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Since we seem to have started another round of seismology bashing, I thought I'd
mention a few things that the committee has been doing;

We have had discussions about the rho factor.  Clearly it is arcane and not
easily justifiable.  It has curious step functions which cause wide variations
to occur with minor structure changes.  Gary Searer's letter used these step
fuctions to argue his point by showing these exaggerations.  Currently a group
within SEAONC is meeting and having discussions about a possible revamp.  As a
part of this, Ron Hamburger wrote an interesting paper in which he used
probabilistic design methods to show that the concept of redundancy has validity
in improving the margin against collapse - in other words, that we should not
necessarily throw the entire concept of redundancy out. It is probably going to
take several months for this committee to work something out.

I have personally pushed for a  code change proposal for the IBC 2002 supplement
(and also in ASCE-7, which will be the basis for the NFPA code) to allow more
free use of flexible diaphragm assumptions in light-frame construction (i.e.,
without having to perform an analysis to justify the analysis methodology used).
The down side is that it is going to be within the "simplified method" which has
a 25 percent penalty in lateral force.  Personally, I do not like the "envelope"
method of analysis.  In it's pursuit of defining what the maximum force in any
one element might be, it overlooks the big picture, in that the next summation
of base shear is significantly increased relative to what has historically
seemed to be adequate.  The only justification for the approach is that it is a
way to satisfy a reviewer without more elaborate analysis.  Putting up with a 25
percent penalty may actually result in lower base shears than using an envelope
procedure, with significantly less work.

I have for a year been pushing for the committee to take a fresh look at the
irregularity tables, which also contain curious step functions.  (why is it that
special design rules for an in-plane offset of a plywood shear wall suddenly
kick in when the length of offset is equal to the length of wall?  Does a foot
or two really make that much difference?  Certainly the wall holdown doesn't
notice the difference.) Finally that work is getting started.

We are looking hard at the FEMA 350 documents and developing recommendations to
help engineers to interpret their use.  Basically, we are putting the engineers
who developed the SEAOSC document that has been published on their web site, and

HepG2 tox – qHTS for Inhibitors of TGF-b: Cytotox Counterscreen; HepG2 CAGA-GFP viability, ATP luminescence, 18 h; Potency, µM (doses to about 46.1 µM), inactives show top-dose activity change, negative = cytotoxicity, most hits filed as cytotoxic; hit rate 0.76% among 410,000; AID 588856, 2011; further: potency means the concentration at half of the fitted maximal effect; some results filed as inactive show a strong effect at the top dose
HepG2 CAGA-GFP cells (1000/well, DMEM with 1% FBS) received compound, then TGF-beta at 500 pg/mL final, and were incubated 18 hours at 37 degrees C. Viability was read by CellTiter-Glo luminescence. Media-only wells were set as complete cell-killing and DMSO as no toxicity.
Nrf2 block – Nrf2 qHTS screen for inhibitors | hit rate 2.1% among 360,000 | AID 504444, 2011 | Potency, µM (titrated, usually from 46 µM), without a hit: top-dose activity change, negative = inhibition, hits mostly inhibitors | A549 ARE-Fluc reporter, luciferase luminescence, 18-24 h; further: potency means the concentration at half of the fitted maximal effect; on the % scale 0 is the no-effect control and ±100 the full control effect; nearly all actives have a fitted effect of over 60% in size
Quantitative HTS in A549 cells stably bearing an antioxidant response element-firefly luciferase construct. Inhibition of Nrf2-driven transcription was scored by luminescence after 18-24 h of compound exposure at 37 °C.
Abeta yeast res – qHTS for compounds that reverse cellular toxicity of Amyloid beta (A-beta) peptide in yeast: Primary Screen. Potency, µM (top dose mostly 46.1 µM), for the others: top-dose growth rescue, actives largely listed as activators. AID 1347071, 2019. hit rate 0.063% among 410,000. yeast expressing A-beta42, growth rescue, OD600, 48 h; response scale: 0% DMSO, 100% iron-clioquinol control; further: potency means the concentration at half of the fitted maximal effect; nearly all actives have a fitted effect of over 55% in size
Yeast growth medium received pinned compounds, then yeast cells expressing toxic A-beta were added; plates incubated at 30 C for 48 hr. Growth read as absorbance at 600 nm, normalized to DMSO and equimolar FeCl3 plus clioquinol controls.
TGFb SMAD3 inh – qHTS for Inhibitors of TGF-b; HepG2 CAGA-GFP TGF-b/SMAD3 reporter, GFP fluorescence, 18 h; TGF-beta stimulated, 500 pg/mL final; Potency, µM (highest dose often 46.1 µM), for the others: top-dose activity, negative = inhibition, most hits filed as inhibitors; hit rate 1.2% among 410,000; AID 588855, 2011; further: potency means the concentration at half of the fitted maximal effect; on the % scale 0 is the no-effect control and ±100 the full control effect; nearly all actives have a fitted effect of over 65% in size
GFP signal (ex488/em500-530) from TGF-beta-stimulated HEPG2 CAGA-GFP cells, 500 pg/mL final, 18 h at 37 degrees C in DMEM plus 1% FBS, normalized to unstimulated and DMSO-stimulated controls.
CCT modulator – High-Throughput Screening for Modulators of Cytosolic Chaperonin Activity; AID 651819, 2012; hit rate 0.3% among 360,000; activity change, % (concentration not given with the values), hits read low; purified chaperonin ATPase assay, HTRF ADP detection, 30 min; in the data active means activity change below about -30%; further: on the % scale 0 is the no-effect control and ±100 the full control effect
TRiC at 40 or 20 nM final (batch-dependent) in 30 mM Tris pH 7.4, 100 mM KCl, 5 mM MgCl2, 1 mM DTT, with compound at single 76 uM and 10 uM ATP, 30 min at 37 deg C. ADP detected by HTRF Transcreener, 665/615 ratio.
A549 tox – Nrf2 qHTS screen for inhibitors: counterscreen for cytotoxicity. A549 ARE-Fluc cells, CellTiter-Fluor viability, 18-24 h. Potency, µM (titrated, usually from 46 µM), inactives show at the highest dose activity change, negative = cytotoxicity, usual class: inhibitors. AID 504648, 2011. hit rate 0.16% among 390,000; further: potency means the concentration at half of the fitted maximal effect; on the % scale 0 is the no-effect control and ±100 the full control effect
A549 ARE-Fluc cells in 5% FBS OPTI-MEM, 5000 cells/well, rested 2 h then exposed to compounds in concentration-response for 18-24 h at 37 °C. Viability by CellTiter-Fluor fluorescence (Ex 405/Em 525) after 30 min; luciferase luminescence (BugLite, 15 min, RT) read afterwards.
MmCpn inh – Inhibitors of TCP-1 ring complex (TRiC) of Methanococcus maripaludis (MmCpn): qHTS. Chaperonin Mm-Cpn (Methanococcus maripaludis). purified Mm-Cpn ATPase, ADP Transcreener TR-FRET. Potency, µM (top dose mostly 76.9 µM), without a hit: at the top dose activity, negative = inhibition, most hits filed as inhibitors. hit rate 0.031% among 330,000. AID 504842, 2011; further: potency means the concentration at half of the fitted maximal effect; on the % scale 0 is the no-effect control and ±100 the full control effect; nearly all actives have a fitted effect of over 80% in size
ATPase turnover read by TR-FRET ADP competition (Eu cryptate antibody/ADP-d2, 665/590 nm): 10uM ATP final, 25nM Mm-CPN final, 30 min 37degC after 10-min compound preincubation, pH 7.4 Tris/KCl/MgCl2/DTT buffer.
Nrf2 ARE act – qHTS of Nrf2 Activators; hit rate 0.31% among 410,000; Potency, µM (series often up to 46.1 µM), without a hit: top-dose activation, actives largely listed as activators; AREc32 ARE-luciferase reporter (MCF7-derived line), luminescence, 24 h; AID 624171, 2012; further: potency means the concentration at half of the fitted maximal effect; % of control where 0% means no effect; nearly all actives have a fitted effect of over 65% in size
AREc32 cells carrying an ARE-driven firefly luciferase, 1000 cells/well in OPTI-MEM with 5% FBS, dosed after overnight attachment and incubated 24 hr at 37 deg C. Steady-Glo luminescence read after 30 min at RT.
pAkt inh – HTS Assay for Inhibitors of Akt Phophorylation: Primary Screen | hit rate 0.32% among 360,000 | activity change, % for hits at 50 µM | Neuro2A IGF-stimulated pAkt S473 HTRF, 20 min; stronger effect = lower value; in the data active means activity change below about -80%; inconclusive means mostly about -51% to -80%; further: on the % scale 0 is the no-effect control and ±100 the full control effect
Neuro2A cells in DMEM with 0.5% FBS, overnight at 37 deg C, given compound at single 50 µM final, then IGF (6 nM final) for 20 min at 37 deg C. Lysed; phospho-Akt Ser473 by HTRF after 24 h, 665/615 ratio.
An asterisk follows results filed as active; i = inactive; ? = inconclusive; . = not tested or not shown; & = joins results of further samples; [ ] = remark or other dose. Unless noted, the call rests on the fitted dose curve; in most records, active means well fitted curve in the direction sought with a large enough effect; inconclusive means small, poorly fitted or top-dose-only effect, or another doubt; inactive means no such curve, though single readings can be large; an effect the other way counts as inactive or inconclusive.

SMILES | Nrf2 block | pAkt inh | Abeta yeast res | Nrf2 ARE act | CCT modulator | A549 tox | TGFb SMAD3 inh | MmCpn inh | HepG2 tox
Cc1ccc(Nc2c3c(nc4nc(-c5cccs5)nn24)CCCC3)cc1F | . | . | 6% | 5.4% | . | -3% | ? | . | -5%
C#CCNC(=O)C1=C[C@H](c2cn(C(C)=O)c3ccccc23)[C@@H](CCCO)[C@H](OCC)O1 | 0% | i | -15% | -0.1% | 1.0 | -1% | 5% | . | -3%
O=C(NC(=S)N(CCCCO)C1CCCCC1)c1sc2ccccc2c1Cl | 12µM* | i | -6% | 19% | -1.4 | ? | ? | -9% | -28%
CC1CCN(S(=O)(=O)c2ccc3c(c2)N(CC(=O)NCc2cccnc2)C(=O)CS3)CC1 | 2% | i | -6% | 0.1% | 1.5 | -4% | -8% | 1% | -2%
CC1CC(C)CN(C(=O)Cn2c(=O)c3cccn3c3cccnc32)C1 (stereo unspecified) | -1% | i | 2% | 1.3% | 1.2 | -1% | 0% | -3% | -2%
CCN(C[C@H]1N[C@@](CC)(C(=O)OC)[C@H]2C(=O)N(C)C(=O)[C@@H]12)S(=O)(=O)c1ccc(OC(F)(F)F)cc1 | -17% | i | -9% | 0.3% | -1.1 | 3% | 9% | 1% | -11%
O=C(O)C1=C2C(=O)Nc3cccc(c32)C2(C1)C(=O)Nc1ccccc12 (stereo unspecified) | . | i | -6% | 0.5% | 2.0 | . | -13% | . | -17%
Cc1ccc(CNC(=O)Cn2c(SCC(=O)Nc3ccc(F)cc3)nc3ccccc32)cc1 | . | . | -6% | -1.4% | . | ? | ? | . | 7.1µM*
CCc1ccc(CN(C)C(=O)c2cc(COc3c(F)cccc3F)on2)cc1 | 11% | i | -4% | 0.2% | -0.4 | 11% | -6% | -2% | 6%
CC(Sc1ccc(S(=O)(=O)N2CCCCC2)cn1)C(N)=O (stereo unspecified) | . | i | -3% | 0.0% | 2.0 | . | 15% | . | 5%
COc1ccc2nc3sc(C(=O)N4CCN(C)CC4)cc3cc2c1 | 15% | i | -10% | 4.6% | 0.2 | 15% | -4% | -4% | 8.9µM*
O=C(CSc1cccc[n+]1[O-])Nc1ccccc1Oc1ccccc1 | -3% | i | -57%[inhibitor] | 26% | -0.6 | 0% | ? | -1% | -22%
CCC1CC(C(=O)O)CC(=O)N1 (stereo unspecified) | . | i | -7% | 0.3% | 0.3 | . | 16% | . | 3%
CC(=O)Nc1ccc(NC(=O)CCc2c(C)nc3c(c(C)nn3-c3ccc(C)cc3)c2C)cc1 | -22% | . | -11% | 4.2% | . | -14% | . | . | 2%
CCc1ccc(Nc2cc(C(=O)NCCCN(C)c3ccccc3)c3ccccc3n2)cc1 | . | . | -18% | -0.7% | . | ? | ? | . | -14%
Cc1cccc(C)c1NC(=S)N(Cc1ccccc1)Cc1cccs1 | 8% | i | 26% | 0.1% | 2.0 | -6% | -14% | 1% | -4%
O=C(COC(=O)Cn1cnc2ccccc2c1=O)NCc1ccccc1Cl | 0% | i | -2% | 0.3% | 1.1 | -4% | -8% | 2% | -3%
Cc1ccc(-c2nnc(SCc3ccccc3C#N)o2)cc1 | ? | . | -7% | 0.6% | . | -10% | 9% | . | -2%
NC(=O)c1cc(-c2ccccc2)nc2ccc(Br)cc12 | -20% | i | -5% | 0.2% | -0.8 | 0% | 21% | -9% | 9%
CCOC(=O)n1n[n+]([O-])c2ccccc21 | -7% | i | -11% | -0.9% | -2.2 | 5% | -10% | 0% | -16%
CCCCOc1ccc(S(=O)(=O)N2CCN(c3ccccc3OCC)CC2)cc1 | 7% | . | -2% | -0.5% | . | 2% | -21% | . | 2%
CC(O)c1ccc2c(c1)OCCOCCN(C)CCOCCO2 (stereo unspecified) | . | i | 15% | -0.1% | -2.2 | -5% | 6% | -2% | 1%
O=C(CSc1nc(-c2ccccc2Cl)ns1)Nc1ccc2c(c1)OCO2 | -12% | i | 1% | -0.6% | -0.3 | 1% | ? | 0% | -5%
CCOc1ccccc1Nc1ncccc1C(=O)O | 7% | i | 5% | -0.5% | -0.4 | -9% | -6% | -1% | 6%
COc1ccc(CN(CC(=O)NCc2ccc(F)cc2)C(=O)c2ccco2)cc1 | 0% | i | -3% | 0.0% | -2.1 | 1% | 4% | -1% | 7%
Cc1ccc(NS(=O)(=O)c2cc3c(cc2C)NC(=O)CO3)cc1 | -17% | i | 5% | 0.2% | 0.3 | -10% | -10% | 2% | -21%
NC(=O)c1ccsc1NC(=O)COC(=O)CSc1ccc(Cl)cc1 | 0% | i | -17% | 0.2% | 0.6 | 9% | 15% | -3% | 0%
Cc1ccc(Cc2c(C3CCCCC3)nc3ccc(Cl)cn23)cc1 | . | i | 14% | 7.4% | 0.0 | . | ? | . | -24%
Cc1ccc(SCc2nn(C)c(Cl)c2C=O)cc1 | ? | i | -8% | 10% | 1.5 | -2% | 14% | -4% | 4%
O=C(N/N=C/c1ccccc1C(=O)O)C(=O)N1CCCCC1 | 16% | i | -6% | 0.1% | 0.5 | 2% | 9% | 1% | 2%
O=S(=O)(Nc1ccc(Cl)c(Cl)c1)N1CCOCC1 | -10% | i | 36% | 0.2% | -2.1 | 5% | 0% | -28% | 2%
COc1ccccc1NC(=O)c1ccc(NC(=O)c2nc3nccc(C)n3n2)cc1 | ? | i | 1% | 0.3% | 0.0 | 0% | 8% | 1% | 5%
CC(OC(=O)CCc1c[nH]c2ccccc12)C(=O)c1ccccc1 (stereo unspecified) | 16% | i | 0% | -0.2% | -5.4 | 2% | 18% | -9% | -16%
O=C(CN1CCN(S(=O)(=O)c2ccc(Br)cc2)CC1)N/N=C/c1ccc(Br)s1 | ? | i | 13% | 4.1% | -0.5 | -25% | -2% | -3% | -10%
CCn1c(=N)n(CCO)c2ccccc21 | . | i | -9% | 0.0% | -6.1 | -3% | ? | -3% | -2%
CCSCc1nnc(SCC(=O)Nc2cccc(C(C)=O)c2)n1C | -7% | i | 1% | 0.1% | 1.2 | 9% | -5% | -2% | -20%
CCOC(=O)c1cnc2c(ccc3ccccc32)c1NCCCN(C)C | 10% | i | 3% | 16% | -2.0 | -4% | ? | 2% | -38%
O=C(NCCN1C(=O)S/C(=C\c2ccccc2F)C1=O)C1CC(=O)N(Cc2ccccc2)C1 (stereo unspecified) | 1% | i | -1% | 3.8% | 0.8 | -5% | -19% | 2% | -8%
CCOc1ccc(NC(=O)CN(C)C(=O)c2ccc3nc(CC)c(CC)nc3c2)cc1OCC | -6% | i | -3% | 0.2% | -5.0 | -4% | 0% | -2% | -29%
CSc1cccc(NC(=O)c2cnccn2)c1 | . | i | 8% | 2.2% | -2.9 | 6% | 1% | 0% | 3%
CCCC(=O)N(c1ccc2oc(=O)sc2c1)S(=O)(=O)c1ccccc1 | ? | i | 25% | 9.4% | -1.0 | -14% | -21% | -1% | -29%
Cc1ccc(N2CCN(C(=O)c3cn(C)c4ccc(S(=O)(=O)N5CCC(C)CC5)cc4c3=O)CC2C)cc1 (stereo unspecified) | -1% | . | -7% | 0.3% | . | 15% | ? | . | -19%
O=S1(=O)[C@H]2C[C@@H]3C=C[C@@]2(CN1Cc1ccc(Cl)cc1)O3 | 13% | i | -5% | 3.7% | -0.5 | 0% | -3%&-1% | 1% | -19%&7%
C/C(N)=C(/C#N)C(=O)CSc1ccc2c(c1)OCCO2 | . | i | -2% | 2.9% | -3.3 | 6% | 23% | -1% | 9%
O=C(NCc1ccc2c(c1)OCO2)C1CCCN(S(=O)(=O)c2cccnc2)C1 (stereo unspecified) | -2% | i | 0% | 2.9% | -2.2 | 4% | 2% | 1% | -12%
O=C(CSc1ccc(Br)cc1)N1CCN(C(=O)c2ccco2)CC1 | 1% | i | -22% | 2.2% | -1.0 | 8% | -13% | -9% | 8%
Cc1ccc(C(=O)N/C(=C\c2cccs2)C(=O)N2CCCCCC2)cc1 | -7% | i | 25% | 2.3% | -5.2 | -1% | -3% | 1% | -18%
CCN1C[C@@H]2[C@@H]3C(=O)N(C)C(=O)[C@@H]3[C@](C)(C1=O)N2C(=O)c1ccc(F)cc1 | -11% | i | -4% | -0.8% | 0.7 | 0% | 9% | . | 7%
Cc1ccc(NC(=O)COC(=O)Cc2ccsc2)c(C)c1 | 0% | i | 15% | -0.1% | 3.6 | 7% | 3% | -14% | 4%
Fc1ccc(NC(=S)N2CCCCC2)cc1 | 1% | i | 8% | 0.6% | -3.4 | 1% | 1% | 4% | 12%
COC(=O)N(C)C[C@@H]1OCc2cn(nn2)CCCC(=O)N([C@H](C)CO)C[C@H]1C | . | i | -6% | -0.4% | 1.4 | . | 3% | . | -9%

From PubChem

which some engineers have argued as being too conservative, into a room with
some SEAONC engineers, and letting them slug it out.  They are actually coming
to an agreement, thanks to the hard work of Bob Lyons.

We have held discussions about the possibility of developing some sort of
small-building design document, that would strip out a lot of the clutter that
is focussed on large or unusual buildings (what I called a "Blue Book Lite").
Probably something will be done about this in the next few years, although I
can't at this time see what can be done about the complexity of the materials
design sections that have been developed and put into the code by AISC, AF&PA,
ACI. etc.  The SEAOC eventual product  probably cannot be presented in the form
of an "alternative code," since building officials only want to adopt and
enforce a single code, but rather as a subset document that would just extract
out the contents of the current code.  Another model is the old "Simplified
Design" document that was published by PCA a number of years ago, which
presented simple rules-of-thumb equations that could be used to generate designs
that were "about right."

We have also been doing some more esoteric work such as working with AISC do
develop guidelines for designing BRBF systems, reviewing the findings of the
PRESS test program, and working to develop more rational methods for foundation
seismic design (which is progressing very slowly).

While there is no end of things to do, there are definite limits on the time and
energy of the engineers to pursue them.  Nothing gets done quickly, it takes
months to review things and develop a consensus.

What we have NOT been doing is being a hidden behind-the-scenes dictator of
building codes.  Actually, the seismology committee does not have all that much
power in defining building codes.  The BSSC committees that develop the NEHRP
provisions probably have the most influence in that regard, and those committees
are deliberatly balanced between practicing engineers, academicians, producers
and building officials (so much for the "practicing engineers only" arguement).
WIthin SEAOC there has been a movement to move the seismology committee away
from direct code development towards basic science and to find ways to work more
closely with national organizations such as BSSC and NCSEA.  Within the
seismology committee, our code change proposals for the IBC supplement had to be
argued to the NCSEA to gain their support for submittal to the IBC.  So there
was an entire layer of review between us and the code process.  That aside, we
still do a very thorough review and take positions on of code change proposals
developed by other parties as well as the NEHRP draft documents.

regards,
Martin